a man of manners, paper, tempered steel
resolve, determined as grand dad
to sail a schooner-life on waves of destiny; real
moral certitude and zest
from mizzen topsail to the fine-hewn keel.

The poems Vachel wrote at childhood desk
with north exposure to the summer sun,
the Bible read aloud in parlor’s peace
in family communion when day’s work was done.
Conversations with his Mom, Dad, sisters Olive and Joy,
seem to echo in her quiet contemplation.

From Spokane back to home in ‘29
to Springfield birthplace, grandpa’s last retreat
until December agonies consumed him.
What remains of that? Nothing here on Fifth Street.
The piano, paintings, horsehair couch and stairs
are mum, guarding the terrible tempest of defeat.

She never knew her grandpa or his wife –
Dad’s mother who spurned Springfield like a curse.
The house at 603 reveals most Tom and Kate,
loved so in their son’s misty prose and verse.
It is lauded for its Lincolnesque graundeur
by preening guardians, the Victorian myopaths and worse.

Returned from rooms she visited alone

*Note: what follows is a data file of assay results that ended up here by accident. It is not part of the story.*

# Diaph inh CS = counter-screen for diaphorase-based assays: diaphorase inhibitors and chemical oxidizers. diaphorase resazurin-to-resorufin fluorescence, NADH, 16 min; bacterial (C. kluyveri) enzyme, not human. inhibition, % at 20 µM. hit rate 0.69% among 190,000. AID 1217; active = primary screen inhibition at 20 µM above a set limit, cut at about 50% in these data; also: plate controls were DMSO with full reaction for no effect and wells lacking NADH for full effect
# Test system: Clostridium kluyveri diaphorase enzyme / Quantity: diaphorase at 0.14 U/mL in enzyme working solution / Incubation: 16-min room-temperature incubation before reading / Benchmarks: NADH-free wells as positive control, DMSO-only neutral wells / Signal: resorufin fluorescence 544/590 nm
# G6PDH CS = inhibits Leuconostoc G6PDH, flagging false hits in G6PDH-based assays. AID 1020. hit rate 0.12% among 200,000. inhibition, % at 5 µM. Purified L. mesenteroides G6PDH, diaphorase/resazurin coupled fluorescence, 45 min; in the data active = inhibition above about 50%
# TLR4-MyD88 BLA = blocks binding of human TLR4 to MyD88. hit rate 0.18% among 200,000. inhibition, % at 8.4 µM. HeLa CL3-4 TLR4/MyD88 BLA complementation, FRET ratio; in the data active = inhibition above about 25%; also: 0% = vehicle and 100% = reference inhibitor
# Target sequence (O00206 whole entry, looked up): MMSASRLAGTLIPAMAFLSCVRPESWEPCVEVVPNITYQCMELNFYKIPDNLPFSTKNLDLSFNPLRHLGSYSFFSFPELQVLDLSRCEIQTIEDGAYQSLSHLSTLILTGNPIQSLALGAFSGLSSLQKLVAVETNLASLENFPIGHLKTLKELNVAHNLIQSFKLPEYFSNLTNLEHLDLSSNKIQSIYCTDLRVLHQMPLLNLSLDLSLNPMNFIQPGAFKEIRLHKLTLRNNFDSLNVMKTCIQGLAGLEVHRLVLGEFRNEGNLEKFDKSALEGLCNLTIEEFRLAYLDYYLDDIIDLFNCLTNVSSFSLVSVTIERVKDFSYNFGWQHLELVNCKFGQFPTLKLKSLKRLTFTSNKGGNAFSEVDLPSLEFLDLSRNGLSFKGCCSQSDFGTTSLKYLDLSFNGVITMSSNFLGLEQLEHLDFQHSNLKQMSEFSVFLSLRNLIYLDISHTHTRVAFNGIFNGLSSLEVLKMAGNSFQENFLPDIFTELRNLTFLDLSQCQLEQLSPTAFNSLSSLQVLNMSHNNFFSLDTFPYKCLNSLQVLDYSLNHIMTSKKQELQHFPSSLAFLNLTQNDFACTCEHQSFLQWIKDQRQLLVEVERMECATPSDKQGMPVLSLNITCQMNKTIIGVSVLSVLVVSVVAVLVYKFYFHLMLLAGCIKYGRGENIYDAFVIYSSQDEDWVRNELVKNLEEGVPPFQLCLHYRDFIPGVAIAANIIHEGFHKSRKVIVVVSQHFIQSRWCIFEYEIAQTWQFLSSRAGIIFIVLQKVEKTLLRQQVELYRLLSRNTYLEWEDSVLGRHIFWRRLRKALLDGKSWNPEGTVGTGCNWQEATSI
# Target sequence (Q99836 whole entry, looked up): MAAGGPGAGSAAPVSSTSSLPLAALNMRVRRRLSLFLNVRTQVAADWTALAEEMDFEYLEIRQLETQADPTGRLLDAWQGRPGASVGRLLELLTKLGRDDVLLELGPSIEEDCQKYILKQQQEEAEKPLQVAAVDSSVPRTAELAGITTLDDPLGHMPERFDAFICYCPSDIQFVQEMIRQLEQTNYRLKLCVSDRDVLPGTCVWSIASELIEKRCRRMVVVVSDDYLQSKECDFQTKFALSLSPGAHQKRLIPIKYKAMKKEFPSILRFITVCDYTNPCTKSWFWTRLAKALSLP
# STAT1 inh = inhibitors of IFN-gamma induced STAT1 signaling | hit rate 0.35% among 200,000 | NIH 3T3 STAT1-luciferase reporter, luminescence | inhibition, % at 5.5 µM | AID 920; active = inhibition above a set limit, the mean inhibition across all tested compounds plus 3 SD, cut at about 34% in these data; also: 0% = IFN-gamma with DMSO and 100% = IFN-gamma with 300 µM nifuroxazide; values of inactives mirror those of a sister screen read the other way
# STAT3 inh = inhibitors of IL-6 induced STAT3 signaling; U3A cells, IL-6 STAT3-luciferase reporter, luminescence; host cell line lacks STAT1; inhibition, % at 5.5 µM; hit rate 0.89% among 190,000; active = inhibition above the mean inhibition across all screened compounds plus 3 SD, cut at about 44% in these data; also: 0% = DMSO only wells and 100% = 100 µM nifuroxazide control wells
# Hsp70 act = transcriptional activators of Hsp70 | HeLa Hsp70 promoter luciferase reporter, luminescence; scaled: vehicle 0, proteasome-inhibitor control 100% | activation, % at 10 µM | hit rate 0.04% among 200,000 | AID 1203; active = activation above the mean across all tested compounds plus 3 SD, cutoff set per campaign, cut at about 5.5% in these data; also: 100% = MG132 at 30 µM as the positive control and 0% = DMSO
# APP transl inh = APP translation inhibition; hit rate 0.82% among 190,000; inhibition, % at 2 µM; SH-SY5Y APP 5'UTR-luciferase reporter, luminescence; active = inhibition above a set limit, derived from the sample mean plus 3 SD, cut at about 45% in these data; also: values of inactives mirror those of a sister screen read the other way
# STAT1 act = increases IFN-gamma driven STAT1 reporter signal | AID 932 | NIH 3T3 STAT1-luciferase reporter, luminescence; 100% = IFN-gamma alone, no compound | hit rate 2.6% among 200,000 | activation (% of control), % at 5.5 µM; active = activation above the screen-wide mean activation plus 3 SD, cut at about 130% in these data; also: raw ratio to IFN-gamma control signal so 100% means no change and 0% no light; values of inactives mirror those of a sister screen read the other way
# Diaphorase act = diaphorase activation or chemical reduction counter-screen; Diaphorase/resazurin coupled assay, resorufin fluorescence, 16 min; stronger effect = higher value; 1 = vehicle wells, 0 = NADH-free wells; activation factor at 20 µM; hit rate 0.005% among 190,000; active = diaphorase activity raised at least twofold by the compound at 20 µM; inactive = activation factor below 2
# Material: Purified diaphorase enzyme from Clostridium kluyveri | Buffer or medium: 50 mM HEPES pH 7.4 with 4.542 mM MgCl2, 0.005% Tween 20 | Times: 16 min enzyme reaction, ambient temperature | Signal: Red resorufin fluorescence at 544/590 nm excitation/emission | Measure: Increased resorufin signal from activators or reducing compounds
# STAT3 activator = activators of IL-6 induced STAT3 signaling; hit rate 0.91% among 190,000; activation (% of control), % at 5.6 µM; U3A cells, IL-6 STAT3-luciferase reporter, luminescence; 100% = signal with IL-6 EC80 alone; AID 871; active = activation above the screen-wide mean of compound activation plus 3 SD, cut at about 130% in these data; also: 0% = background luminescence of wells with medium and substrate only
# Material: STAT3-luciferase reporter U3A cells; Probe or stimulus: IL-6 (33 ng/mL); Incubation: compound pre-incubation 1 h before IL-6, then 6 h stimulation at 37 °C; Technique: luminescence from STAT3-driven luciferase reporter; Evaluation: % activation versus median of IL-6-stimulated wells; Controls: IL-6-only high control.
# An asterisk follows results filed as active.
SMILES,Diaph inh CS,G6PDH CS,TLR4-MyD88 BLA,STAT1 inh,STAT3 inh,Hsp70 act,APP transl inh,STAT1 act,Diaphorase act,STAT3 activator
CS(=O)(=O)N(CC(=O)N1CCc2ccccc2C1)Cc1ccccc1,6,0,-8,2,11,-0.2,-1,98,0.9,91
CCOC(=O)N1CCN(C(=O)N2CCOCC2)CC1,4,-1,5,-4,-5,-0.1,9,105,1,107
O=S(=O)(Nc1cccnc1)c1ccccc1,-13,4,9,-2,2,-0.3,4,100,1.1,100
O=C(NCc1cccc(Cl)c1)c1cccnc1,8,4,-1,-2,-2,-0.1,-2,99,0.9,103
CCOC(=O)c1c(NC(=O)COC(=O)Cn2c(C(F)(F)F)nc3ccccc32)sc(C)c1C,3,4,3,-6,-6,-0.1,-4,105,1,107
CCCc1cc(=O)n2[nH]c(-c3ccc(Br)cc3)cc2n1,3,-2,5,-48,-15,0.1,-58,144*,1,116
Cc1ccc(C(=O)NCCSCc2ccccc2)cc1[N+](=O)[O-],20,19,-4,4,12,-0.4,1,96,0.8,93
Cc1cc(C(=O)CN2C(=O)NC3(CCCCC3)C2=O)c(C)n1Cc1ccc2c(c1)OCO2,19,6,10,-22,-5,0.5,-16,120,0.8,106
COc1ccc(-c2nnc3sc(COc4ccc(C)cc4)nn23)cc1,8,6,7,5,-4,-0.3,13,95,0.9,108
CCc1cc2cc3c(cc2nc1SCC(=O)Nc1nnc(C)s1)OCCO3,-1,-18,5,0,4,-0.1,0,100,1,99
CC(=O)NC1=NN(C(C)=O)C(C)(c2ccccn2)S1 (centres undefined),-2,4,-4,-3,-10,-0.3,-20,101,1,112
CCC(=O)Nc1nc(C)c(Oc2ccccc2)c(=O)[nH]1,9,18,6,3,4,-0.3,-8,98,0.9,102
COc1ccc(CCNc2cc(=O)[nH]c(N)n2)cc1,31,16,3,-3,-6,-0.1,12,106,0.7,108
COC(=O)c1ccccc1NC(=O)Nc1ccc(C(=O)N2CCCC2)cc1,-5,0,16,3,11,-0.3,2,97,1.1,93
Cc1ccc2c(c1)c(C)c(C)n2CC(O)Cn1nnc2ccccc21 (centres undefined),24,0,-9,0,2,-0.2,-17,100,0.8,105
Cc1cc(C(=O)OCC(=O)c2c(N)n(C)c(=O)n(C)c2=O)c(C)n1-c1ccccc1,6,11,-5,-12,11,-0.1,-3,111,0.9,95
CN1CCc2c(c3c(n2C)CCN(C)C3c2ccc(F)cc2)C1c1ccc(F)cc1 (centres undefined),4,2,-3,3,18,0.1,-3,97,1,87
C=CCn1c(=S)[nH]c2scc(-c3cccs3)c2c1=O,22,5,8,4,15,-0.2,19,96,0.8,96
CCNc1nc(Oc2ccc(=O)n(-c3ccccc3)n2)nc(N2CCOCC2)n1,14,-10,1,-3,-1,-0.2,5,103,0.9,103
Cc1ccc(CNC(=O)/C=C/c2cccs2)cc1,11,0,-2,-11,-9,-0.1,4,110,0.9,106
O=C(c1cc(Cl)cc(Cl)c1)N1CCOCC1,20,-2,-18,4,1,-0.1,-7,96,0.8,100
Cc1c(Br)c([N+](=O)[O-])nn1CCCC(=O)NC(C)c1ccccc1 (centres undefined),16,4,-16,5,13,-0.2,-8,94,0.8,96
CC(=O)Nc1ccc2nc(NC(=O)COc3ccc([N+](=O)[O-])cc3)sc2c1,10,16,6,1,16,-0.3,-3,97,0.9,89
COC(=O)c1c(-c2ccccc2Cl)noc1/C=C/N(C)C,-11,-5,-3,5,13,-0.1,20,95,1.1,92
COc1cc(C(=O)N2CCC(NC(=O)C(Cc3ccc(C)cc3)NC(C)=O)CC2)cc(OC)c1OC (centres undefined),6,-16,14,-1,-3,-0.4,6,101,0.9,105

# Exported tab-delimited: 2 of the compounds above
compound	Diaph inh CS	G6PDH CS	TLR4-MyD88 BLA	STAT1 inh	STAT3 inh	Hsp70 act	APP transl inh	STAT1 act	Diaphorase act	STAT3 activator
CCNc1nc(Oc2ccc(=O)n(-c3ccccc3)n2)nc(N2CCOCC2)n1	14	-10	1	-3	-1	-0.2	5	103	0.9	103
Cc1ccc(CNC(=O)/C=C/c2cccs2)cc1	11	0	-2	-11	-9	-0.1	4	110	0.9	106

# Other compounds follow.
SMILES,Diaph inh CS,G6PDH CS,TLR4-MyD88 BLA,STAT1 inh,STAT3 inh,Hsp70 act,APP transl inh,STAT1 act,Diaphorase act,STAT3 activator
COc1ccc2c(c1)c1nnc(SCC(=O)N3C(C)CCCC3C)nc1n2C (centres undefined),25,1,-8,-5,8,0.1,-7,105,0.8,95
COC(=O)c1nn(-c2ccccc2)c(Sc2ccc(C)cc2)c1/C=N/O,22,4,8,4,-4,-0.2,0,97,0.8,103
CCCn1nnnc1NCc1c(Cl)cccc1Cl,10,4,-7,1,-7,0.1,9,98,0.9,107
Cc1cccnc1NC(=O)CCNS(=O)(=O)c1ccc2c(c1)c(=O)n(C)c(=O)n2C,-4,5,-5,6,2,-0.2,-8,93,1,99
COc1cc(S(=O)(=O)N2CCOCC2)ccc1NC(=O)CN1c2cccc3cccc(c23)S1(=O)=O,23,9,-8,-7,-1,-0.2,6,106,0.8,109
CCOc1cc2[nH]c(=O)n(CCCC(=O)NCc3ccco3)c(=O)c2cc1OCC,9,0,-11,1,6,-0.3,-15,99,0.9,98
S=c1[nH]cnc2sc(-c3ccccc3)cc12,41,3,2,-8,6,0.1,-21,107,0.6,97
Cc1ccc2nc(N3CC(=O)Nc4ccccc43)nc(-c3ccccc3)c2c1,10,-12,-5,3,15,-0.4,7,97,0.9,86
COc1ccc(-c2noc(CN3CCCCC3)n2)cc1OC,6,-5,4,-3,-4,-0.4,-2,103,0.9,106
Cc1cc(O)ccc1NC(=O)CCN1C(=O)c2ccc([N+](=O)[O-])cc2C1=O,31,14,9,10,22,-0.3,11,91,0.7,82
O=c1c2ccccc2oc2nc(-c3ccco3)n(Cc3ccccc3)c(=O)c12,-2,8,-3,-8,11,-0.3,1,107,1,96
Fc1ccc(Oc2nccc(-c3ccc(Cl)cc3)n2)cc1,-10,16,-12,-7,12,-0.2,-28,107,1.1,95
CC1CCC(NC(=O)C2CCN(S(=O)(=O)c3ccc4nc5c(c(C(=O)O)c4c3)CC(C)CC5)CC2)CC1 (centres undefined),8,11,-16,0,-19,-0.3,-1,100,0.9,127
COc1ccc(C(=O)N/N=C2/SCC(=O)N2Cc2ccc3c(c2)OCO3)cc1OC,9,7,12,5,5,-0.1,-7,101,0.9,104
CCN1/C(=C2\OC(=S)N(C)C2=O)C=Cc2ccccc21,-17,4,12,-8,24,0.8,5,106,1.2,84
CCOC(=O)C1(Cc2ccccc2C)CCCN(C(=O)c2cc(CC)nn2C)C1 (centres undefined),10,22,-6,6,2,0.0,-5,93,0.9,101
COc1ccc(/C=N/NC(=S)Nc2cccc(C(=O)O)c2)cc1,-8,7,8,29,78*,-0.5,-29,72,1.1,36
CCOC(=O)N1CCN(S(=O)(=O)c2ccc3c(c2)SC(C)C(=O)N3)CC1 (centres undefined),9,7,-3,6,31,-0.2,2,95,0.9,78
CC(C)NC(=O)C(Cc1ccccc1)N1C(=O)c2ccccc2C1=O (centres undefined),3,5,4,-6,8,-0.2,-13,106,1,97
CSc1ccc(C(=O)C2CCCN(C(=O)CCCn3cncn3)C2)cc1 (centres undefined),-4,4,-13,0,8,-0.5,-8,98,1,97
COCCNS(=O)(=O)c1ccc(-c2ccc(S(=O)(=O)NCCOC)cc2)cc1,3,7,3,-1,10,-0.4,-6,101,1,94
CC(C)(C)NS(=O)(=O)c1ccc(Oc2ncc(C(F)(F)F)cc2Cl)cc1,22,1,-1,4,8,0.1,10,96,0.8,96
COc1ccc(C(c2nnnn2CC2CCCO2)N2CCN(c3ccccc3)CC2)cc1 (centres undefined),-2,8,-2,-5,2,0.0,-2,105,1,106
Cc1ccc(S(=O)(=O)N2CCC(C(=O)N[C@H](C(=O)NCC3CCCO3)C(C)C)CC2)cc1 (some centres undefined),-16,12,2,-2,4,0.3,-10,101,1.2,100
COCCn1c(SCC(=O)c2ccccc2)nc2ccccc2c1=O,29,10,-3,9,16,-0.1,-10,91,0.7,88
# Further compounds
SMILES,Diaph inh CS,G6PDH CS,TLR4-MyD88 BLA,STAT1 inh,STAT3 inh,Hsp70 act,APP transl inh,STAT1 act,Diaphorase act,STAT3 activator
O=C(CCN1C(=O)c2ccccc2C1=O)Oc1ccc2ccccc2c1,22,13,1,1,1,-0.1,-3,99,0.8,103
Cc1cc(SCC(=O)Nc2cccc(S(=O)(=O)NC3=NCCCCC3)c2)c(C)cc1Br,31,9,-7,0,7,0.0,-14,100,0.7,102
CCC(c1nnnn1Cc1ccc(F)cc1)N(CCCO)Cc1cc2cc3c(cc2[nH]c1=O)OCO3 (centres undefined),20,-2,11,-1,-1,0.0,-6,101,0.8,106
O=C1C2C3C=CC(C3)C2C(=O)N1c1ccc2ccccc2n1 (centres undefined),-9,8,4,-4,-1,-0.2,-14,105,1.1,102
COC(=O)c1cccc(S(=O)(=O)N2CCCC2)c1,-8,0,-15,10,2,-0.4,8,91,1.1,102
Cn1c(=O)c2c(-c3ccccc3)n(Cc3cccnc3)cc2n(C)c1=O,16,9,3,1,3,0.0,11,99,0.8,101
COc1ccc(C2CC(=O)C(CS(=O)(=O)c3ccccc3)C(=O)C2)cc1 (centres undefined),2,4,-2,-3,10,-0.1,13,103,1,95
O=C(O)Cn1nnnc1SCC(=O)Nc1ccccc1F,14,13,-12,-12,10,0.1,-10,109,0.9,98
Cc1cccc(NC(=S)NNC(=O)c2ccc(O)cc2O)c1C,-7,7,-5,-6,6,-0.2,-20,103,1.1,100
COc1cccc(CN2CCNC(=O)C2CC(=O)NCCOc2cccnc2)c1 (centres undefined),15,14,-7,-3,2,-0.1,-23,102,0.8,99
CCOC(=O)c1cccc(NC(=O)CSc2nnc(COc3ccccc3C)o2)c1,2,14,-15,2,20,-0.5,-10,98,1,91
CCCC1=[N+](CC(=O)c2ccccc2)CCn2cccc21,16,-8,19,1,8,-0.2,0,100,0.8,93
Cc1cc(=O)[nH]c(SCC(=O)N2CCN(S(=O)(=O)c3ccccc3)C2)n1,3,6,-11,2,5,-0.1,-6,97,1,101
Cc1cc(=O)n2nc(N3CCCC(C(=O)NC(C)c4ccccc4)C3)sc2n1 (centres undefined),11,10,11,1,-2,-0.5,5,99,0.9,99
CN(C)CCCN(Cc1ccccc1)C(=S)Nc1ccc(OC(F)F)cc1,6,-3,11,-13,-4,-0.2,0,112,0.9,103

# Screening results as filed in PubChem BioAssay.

absorbing what she could from eyes to heart,
she thanks the site director for her time,
the warm reception, kindness after hours, part
of her five days in this town: the Association dinner,
speaking at schools of grandpa, poetry and art.

Tomorrow, Thursday, she will ride a plane —
Grandfather flew just once, from a Wisconsin lake —
from Springfield home to Eugene, Oregon,
her loving family, catching up, and plans to make
for local writing workshops, being mom and wife.
What grander outcome could her grandpa dream?


Still keeping true to my promise to write something new for every public poetry reading I attend,  I shared with a friend last Saturday the subject of the poem I knew I would write Wednesday. The occasion was the monthly third Wednesday gathering of poets,  fiction excerpt readers, up and coming stand-up comics and essayists at Robbie’s restaurant in downtown Springfield, Illinois, sponsored by Springfield Poets and Writers.

Since last Friday the poem had occupied more and more of my mind, but I wrote nothing until Wednesday morning at 6:50 am. I’m in the new habit of arriving about 5 am at my AeroKnow Museum at the airport to work on what needs to be done at the collection. Most of the time all of the time is devoted to aviation history, and anyone who wants to help with this activity is welcome to contact me. If you do, you will be the first.